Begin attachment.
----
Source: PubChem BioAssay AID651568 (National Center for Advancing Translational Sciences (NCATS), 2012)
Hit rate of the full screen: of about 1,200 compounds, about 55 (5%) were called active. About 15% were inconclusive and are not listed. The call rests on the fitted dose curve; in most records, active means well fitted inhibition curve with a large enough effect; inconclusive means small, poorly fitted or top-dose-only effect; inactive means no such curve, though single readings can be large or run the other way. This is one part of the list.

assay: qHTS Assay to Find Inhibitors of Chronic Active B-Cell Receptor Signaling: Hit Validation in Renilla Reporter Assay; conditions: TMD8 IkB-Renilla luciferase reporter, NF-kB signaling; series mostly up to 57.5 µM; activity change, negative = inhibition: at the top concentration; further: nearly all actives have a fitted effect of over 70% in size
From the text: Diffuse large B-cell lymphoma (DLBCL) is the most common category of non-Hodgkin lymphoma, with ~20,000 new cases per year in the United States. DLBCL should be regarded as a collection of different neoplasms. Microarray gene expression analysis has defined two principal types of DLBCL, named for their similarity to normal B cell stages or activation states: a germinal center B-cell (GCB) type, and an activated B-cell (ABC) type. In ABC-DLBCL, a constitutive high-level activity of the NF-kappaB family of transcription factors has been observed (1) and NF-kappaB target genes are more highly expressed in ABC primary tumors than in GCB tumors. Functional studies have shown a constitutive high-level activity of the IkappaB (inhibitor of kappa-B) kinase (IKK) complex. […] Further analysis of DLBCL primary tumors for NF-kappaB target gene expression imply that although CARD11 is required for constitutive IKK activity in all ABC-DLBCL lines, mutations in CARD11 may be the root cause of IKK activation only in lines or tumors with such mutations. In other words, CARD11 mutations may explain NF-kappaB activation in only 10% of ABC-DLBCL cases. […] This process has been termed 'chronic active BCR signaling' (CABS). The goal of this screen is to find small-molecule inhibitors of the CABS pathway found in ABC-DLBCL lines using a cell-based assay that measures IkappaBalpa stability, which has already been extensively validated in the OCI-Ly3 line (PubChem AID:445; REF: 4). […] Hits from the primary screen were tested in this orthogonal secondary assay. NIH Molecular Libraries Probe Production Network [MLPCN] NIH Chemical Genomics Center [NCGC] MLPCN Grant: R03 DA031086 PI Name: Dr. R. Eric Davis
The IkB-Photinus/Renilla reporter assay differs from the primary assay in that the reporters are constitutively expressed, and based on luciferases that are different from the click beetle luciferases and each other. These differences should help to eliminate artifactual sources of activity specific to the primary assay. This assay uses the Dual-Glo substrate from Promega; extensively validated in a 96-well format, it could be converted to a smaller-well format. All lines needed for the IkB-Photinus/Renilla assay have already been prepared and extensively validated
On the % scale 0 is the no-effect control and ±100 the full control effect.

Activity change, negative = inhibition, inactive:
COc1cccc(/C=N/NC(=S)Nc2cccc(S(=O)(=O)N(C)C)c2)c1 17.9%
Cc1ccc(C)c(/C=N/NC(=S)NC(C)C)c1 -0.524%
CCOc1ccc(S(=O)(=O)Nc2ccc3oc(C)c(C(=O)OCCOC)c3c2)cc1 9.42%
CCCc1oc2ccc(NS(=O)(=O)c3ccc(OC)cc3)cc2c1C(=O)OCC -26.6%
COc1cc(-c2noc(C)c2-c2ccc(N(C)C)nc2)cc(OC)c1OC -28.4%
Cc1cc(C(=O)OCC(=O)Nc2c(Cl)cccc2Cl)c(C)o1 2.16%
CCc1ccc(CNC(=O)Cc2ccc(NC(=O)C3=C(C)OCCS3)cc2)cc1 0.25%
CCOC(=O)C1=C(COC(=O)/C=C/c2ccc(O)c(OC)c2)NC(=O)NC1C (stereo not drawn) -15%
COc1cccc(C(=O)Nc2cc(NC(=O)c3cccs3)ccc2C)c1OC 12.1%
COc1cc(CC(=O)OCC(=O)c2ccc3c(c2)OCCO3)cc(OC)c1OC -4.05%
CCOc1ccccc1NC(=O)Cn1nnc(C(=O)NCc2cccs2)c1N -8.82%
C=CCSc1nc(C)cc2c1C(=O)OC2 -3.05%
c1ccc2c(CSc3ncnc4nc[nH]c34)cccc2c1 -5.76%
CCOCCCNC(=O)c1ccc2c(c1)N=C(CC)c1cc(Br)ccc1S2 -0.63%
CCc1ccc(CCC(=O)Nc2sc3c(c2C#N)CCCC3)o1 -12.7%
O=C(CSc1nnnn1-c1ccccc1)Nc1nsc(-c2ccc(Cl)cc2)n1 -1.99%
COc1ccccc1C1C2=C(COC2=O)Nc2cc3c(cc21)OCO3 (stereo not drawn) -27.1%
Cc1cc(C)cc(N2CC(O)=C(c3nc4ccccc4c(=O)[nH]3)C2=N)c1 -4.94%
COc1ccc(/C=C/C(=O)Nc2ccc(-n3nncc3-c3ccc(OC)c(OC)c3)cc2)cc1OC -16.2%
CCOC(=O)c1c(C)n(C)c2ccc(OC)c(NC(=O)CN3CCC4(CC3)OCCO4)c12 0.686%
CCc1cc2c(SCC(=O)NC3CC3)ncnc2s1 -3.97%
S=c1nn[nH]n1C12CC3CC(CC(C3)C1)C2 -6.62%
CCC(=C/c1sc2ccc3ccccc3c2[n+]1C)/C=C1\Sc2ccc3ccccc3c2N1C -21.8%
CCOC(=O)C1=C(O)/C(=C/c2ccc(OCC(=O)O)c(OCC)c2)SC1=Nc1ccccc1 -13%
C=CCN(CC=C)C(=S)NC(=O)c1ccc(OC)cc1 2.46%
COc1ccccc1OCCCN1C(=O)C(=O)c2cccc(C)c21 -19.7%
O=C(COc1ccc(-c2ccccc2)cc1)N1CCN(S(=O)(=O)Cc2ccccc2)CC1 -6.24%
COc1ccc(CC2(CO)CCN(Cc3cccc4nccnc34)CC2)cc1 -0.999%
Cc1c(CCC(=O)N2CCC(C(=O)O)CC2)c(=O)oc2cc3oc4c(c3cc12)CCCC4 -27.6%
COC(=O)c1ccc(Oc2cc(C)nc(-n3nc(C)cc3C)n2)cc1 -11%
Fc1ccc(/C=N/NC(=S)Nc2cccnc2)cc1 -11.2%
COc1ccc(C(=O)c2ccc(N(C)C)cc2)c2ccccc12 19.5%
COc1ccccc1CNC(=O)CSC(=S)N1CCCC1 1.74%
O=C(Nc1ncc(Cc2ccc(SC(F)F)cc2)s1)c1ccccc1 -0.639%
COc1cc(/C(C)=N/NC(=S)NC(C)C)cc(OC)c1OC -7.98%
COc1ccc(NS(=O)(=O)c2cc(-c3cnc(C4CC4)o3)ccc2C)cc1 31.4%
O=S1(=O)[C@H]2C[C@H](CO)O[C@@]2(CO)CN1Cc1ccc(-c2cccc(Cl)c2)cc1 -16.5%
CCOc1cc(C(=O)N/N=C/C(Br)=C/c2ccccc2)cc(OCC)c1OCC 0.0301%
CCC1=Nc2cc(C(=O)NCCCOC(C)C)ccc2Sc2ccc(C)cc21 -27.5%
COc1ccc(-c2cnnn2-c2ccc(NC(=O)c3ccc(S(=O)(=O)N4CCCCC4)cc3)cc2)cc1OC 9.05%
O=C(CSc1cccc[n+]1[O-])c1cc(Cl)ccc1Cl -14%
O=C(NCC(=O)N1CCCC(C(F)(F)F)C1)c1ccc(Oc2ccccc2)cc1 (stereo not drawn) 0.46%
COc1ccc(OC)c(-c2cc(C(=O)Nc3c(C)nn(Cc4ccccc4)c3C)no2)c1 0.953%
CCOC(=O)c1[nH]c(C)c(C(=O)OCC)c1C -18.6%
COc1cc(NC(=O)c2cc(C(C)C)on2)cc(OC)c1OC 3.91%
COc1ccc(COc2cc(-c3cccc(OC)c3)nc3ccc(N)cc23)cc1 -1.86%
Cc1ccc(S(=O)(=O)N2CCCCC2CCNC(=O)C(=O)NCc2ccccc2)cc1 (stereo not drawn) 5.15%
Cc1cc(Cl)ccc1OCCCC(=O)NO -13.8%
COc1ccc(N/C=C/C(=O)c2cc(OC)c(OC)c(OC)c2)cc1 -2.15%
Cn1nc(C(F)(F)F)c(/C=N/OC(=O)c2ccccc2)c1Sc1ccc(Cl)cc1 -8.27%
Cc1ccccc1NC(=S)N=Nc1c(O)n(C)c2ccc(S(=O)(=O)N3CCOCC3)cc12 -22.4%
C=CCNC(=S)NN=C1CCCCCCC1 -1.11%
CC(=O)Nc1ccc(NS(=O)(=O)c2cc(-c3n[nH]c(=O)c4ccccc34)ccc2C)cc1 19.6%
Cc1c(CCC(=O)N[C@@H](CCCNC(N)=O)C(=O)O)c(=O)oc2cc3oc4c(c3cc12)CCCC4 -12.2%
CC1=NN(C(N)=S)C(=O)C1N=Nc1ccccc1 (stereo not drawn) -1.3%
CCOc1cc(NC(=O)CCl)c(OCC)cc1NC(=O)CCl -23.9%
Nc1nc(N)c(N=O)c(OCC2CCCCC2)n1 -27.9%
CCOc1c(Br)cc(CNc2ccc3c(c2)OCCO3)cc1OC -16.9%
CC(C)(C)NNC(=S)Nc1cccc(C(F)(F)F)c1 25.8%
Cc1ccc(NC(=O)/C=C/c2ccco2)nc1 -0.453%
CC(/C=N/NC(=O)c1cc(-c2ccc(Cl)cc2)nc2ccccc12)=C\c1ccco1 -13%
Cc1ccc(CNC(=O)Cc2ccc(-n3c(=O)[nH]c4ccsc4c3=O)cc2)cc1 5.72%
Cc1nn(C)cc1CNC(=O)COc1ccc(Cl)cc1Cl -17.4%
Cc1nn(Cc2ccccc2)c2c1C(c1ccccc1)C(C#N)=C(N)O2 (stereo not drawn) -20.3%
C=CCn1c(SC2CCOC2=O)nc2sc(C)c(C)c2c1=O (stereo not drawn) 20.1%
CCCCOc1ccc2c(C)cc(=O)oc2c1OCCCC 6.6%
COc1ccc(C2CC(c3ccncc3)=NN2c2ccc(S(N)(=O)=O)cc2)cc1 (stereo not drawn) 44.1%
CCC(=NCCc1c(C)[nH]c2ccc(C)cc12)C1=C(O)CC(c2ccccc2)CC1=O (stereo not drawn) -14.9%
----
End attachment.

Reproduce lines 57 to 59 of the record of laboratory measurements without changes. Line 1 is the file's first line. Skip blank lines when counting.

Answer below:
Cn1nc(C(F)(F)F)c(/C=N/OC(=O)c2ccccc2)c1Sc1ccc(Cl)cc1 -8.27%
Cc1ccccc1NC(=S)N=Nc1c(O)n(C)c2ccc(S(=O)(=O)N3CCOCC3)cc12 -22.4%
C=CCNC(=S)NN=C1CCCCCCC1 -1.11%